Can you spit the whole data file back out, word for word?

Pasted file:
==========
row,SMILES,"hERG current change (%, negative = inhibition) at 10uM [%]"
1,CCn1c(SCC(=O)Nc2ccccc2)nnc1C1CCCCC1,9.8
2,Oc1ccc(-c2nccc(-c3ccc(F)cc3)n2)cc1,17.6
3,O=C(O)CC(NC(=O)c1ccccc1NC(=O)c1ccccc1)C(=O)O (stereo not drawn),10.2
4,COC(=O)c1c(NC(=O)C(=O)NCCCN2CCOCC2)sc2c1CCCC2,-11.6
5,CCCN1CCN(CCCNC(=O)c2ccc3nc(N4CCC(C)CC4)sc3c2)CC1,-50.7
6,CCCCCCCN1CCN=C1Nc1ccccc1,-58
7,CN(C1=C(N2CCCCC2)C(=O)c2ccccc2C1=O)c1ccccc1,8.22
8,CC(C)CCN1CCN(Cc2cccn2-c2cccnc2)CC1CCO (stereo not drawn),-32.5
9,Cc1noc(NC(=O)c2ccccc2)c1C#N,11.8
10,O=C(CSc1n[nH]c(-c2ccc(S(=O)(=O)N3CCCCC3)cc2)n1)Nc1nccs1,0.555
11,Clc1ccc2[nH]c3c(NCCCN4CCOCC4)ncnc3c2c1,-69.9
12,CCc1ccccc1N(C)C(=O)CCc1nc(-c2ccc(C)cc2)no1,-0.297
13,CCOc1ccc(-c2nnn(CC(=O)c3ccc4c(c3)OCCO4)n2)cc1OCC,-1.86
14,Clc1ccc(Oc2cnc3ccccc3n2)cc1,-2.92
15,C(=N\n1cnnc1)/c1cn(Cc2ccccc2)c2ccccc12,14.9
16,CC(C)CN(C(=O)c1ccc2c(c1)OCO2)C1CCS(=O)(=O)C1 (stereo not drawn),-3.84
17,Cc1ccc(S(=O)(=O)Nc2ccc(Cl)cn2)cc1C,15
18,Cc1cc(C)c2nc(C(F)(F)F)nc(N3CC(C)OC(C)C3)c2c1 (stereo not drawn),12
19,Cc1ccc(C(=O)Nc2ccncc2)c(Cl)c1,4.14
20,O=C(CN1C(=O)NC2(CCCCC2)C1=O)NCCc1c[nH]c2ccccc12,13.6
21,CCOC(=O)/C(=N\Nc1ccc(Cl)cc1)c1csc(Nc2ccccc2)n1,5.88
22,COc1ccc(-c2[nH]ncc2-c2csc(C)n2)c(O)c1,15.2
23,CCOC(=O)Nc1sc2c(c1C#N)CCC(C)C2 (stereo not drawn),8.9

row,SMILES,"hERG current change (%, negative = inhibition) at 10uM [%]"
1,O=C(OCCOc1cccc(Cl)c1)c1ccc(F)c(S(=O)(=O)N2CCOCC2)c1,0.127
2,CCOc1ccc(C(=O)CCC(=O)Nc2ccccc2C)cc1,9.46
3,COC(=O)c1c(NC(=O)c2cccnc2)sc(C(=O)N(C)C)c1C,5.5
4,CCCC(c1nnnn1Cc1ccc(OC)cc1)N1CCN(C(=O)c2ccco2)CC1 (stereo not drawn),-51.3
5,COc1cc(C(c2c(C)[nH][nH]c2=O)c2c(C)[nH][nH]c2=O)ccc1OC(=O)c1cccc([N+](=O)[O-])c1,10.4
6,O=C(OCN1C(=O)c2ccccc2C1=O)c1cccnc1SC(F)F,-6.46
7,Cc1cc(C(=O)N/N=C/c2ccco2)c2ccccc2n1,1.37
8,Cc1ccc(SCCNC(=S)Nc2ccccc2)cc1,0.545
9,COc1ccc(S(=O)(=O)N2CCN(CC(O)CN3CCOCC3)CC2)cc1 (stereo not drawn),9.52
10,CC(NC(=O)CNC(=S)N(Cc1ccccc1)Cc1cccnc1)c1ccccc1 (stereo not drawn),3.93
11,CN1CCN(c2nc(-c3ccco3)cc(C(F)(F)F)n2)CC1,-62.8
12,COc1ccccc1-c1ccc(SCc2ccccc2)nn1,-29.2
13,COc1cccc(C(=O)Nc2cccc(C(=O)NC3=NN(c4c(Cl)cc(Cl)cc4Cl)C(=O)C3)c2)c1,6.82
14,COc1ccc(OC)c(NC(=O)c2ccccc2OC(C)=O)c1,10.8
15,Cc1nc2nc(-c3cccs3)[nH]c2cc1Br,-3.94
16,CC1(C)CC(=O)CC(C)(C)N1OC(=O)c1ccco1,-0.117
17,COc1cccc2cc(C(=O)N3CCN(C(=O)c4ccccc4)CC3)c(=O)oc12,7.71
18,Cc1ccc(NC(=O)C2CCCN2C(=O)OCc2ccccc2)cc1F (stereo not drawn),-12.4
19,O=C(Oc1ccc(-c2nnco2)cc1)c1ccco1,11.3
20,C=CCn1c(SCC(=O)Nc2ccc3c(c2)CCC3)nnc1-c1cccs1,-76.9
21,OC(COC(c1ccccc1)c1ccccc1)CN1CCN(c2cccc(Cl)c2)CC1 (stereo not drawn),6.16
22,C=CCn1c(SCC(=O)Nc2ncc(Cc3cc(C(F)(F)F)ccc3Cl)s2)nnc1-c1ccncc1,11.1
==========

row,SMILES,"hERG current change (%, negative = inhibition) at 10uM [%]"
1,CCn1c(SCC(=O)Nc2ccccc2)nnc1C1CCCCC1,9.8
2,Oc1ccc(-c2nccc(-c3ccc(F)cc3)n2)cc1,17.6
3,O=C(O)CC(NC(=O)c1ccccc1NC(=O)c1ccccc1)C(=O)O (stereo not drawn),10.2
4,COC(=O)c1c(NC(=O)C(=O)NCCCN2CCOCC2)sc2c1CCCC2,-11.6
5,CCCN1CCN(CCCNC(=O)c2ccc3nc(N4CCC(C)CC4)sc3c2)CC1,-50.7
6,CCCCCCCN1CCN=C1Nc1ccccc1,-58
7,CN(C1=C(N2CCCCC2)C(=O)c2ccccc2C1=O)c1ccccc1,8.22
8,CC(C)CCN1CCN(Cc2cccn2-c2cccnc2)CC1CCO (stereo not drawn),-32.5
9,Cc1noc(NC(=O)c2ccccc2)c1C#N,11.8
10,O=C(CSc1n[nH]c(-c2ccc(S(=O)(=O)N3CCCCC3)cc2)n1)Nc1nccs1,0.555
11,Clc1ccc2[nH]c3c(NCCCN4CCOCC4)ncnc3c2c1,-69.9
12,CCc1ccccc1N(C)C(=O)CCc1nc(-c2ccc(C)cc2)no1,-0.297
13,CCOc1ccc(-c2nnn(CC(=O)c3ccc4c(c3)OCCO4)n2)cc1OCC,-1.86
14,Clc1ccc(Oc2cnc3ccccc3n2)cc1,-2.92
15,C(=N\n1cnnc1)/c1cn(Cc2ccccc2)c2ccccc12,14.9
16,CC(C)CN(C(=O)c1ccc2c(c1)OCO2)C1CCS(=O)(=O)C1 (stereo not drawn),-3.84
17,Cc1ccc(S(=O)(=O)Nc2ccc(Cl)cn2)cc1C,15
18,Cc1cc(C)c2nc(C(F)(F)F)nc(N3CC(C)OC(C)C3)c2c1 (stereo not drawn),12
19,Cc1ccc(C(=O)Nc2ccncc2)c(Cl)c1,4.14
20,O=C(CN1C(=O)NC2(CCCCC2)C1=O)NCCc1c[nH]c2ccccc12,13.6
21,CCOC(=O)/C(=N\Nc1ccc(Cl)cc1)c1csc(Nc2ccccc2)n1,5.88
22,COc1ccc(-c2[nH]ncc2-c2csc(C)n2)c(O)c1,15.2
23,CCOC(=O)Nc1sc2c(c1C#N)CCC(C)C2 (stereo not drawn),8.9

row,SMILES,"hERG current change (%, negative = inhibition) at 10uM [%]"
1,O=C(OCCOc1cccc(Cl)c1)c1ccc(F)c(S(=O)(=O)N2CCOCC2)c1,0.127
2,CCOc1ccc(C(=O)CCC(=O)Nc2ccccc2C)cc1,9.46
3,COC(=O)c1c(NC(=O)c2cccnc2)sc(C(=O)N(C)C)c1C,5.5
4,CCCC(c1nnnn1Cc1ccc(OC)cc1)N1CCN(C(=O)c2ccco2)CC1 (stereo not drawn),-51.3
5,COc1cc(C(c2c(C)[nH][nH]c2=O)c2c(C)[nH][nH]c2=O)ccc1OC(=O)c1cccc([N+](=O)[O-])c1,10.4
6,O=C(OCN1C(=O)c2ccccc2C1=O)c1cccnc1SC(F)F,-6.46
7,Cc1cc(C(=O)N/N=C/c2ccco2)c2ccccc2n1,1.37
8,Cc1ccc(SCCNC(=S)Nc2ccccc2)cc1,0.545
9,COc1ccc(S(=O)(=O)N2CCN(CC(O)CN3CCOCC3)CC2)cc1 (stereo not drawn),9.52
10,CC(NC(=O)CNC(=S)N(Cc1ccccc1)Cc1cccnc1)c1ccccc1 (stereo not drawn),3.93
11,CN1CCN(c2nc(-c3ccco3)cc(C(F)(F)F)n2)CC1,-62.8
12,COc1ccccc1-c1ccc(SCc2ccccc2)nn1,-29.2
13,COc1cccc(C(=O)Nc2cccc(C(=O)NC3=NN(c4c(Cl)cc(Cl)cc4Cl)C(=O)C3)c2)c1,6.82
14,COc1ccc(OC)c(NC(=O)c2ccccc2OC(C)=O)c1,10.8
15,Cc1nc2nc(-c3cccs3)[nH]c2cc1Br,-3.94
16,CC1(C)CC(=O)CC(C)(C)N1OC(=O)c1ccco1,-0.117
17,COc1cccc2cc(C(=O)N3CCN(C(=O)c4ccccc4)CC3)c(=O)oc12,7.71
18,Cc1ccc(NC(=O)C2CCCN2C(=O)OCc2ccccc2)cc1F (stereo not drawn),-12.4
19,O=C(Oc1ccc(-c2nnco2)cc1)c1ccco1,11.3
20,C=CCn1c(SCC(=O)Nc2ccc3c(c2)CCC3)nnc1-c1cccs1,-76.9
21,OC(COC(c1ccccc1)c1ccccc1)CN1CCN(c2cccc(Cl)c2)CC1 (stereo not drawn),6.16
22,C=CCn1c(SCC(=O)Nc2ncc(Cc3cc(C(F)(F)F)ccc3Cl)s2)nnc1-c1ccncc1,11.1